Vietnam has used 13 million doses of the vaccine for children between two and four months old, according to figures from the Health Ministry.
The country previously used DPT, another combination vaccine that protects children from diphtheria, tetanus, and pertussis.
Hien said the rate of complications from DPT is 1.03 per a million children, and the death rate is 0.6 per million, while corresponding rates for Quinvaxem are 0.69 and 0.17 per million.
“The rates are all under the death threshold of the WHO for vaccines – 1 per one million,” he said.
Combination vaccines aim to facilitate protection from multiple life-threatening infectious diseases. But global researchers have expressed concern about the possibility of severe reactions arising from combining components, even though they have been used and tested safe independently.
Quinvaxem was the first fully liquid pentavalent vaccine brought to the market, launched in 2006 by the Netherlands-based biopharmaceutical company Crucell.
According to the Vaccine Resistance Movement, the vaccine has been responsible for deaths of at least five children in Sri Lanka, eight in Bhutan and at least three in Pakistan during a couple years after it was launched.
It cites an IANS (Indo-Asian News Service) report on an article in the British Medical Journal in which a group of pediatricians, professors, health activists and a former Indian health secretary, cautions against the introduction of the five-in-one vaccine that combines antigens against five diseases in a single shot.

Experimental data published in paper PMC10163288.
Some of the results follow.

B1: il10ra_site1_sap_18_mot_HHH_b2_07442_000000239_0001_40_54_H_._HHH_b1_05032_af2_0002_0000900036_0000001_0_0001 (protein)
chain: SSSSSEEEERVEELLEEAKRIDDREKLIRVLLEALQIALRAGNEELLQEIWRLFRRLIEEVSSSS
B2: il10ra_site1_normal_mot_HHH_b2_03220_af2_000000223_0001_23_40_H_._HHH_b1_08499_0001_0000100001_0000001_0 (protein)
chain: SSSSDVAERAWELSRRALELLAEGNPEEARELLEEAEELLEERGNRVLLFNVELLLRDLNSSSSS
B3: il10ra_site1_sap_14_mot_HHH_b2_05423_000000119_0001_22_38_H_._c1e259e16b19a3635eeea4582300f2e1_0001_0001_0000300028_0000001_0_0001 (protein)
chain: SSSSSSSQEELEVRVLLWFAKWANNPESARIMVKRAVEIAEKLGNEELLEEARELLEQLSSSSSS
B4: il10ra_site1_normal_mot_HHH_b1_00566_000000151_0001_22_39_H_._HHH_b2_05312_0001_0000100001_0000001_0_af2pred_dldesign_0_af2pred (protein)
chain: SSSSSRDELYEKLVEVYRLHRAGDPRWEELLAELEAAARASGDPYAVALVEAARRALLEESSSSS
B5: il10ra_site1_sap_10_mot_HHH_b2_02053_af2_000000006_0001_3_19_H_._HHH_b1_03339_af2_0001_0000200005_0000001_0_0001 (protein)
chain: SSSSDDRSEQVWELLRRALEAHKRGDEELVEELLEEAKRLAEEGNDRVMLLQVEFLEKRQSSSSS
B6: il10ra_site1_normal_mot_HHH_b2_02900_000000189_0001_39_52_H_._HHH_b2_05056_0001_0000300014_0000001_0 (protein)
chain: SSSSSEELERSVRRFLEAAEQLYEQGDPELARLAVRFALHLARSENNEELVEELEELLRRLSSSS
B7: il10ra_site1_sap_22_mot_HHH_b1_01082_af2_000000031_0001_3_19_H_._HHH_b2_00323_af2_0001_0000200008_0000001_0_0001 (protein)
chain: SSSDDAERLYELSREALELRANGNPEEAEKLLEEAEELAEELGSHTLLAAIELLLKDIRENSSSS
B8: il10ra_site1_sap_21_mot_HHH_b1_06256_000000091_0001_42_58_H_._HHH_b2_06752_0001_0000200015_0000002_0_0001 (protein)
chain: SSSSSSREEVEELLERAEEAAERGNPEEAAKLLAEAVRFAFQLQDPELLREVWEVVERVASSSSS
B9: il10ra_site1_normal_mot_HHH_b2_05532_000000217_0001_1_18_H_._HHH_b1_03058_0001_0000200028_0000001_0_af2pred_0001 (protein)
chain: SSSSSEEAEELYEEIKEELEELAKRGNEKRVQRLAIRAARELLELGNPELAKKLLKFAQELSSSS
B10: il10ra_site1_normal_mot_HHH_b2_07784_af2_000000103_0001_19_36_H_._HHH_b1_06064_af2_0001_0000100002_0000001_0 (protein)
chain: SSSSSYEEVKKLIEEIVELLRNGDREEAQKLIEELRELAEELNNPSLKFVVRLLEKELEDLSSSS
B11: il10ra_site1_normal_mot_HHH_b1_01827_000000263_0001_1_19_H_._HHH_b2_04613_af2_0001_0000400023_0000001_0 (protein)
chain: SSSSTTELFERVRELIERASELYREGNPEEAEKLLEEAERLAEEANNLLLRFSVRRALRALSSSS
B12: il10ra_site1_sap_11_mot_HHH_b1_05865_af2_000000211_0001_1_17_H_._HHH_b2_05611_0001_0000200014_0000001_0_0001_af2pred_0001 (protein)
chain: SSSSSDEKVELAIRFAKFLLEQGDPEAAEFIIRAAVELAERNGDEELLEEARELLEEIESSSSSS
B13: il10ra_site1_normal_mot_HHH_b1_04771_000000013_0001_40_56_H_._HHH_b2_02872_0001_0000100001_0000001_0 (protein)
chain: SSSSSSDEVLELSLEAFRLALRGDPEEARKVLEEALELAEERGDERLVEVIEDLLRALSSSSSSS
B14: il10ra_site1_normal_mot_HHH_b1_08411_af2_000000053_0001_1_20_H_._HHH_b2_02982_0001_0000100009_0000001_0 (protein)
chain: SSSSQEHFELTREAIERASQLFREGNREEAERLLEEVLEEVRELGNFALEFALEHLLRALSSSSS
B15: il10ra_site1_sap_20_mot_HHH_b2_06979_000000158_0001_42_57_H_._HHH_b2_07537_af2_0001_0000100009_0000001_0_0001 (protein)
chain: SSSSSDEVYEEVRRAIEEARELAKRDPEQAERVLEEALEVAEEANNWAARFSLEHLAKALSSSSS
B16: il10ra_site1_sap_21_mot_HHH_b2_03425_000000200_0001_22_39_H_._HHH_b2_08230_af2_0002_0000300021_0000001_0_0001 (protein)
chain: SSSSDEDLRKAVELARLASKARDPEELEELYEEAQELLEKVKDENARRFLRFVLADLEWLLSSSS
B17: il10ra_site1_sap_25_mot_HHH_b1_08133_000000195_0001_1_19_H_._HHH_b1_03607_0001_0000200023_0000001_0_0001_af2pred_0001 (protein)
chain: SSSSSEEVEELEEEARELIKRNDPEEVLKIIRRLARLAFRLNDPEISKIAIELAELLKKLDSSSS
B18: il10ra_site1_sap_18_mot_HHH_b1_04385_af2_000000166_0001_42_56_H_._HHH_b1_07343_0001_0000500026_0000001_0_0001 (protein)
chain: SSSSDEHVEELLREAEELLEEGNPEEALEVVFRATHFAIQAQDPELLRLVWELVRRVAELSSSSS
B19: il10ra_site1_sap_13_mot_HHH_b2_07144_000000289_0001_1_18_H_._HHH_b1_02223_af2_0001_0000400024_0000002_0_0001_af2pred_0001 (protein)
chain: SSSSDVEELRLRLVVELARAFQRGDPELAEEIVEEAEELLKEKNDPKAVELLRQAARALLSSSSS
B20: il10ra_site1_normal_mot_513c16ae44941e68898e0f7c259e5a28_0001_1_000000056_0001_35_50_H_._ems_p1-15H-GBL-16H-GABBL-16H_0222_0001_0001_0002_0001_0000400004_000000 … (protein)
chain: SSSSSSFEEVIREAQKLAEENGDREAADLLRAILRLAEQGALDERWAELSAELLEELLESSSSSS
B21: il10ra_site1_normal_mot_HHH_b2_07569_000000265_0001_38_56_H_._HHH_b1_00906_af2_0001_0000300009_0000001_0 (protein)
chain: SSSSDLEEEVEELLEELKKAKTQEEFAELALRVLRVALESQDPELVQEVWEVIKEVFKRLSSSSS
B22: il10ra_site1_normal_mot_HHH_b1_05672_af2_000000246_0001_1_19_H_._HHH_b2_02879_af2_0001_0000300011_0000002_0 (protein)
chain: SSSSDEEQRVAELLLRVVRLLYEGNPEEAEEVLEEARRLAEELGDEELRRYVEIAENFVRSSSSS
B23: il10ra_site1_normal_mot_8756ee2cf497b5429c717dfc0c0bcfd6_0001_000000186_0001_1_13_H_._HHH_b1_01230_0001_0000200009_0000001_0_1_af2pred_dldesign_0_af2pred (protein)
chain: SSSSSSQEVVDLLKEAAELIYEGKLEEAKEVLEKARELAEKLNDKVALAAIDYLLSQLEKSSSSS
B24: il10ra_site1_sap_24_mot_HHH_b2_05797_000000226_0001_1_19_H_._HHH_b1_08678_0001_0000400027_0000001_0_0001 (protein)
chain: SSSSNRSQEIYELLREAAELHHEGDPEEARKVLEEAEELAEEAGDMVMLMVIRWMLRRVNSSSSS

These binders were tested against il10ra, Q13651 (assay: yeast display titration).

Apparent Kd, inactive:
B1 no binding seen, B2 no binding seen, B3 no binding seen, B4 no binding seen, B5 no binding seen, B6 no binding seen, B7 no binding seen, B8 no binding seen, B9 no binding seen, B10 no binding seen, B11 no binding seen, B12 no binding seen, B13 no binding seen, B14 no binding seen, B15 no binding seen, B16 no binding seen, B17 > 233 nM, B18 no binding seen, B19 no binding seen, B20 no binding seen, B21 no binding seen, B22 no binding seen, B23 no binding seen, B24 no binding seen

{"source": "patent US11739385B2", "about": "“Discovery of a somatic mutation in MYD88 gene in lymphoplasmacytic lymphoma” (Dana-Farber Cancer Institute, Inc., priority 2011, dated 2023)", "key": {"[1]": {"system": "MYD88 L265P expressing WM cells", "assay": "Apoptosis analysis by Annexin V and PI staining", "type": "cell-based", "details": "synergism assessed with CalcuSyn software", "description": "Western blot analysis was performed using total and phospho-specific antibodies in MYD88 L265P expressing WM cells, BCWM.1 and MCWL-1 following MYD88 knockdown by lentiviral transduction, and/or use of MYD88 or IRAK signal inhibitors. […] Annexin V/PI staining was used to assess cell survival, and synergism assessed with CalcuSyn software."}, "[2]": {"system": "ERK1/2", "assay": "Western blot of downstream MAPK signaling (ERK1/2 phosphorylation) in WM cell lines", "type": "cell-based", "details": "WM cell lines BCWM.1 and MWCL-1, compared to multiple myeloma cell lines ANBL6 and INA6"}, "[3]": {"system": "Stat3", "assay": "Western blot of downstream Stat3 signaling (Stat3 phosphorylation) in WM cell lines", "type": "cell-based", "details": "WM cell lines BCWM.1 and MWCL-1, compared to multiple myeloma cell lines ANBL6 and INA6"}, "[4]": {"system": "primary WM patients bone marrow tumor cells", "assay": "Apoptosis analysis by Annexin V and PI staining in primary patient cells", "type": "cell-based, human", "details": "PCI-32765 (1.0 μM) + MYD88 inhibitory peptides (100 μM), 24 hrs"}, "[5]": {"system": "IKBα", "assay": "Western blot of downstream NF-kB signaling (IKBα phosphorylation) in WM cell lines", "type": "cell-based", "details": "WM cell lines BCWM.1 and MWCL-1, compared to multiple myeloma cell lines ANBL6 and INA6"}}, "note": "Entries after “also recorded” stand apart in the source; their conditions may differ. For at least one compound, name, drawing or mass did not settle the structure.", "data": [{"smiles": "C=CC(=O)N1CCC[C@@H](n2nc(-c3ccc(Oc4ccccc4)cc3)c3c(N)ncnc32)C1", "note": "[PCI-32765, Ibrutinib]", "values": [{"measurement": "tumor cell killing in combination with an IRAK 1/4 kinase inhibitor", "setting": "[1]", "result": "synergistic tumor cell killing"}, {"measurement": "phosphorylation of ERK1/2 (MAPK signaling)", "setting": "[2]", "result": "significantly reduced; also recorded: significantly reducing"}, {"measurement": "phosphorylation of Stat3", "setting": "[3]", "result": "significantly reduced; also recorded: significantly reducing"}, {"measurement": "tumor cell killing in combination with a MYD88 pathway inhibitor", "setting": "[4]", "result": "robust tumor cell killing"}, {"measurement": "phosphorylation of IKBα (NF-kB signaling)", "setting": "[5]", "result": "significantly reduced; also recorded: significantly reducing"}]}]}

“Our article describes how the World Health Organization, in an elaborate cover-up, changed its own criteria for classifying adverse effects to say the vaccine was not responsible for the deaths in Sri Lanka,” Jacob Puliyel, head of pediatrics at St. Stephen’s Hospital in Delhi and key author, is quoted as saying.
But Hien said Quinvaxem is an affordable one for Vietnam. It costs around VND77,000 (over three US dollars) a dose, which was supported by the Global Alliance for Vaccines and Immunization, while new alternatives produced in the US and Belgium cost ten times more.
South Korea and many developed countries have been using the latest version of the vaccine.
Crucell says on its website that since the launch of Quinvaxem in 2006, over 200 million doses have been delivered to developing countries. “Most were low-income countries supplied through Unicef and the Pan American Health Organization.”
However, the authors of the British Medical Journal article point out that the pentavalent vaccine was withdrawn in Sri Lanka in April 2008 after 25 serious adverse reactions that included five deaths and Bhutan stopped its use within two months of introduction in July 2009 after eight deaths.
The IANS report said Bhutan has “so far resisted pressure from WHO to restart immunization, but Sri Lanka reintroduced the vaccine this year after a WHO expert panel, which investigated the events, declared that the vaccine was ‘unlikely’ to have caused the deaths.
“The panel, however, could not conclusively attribute the deaths to any other cause,” it said.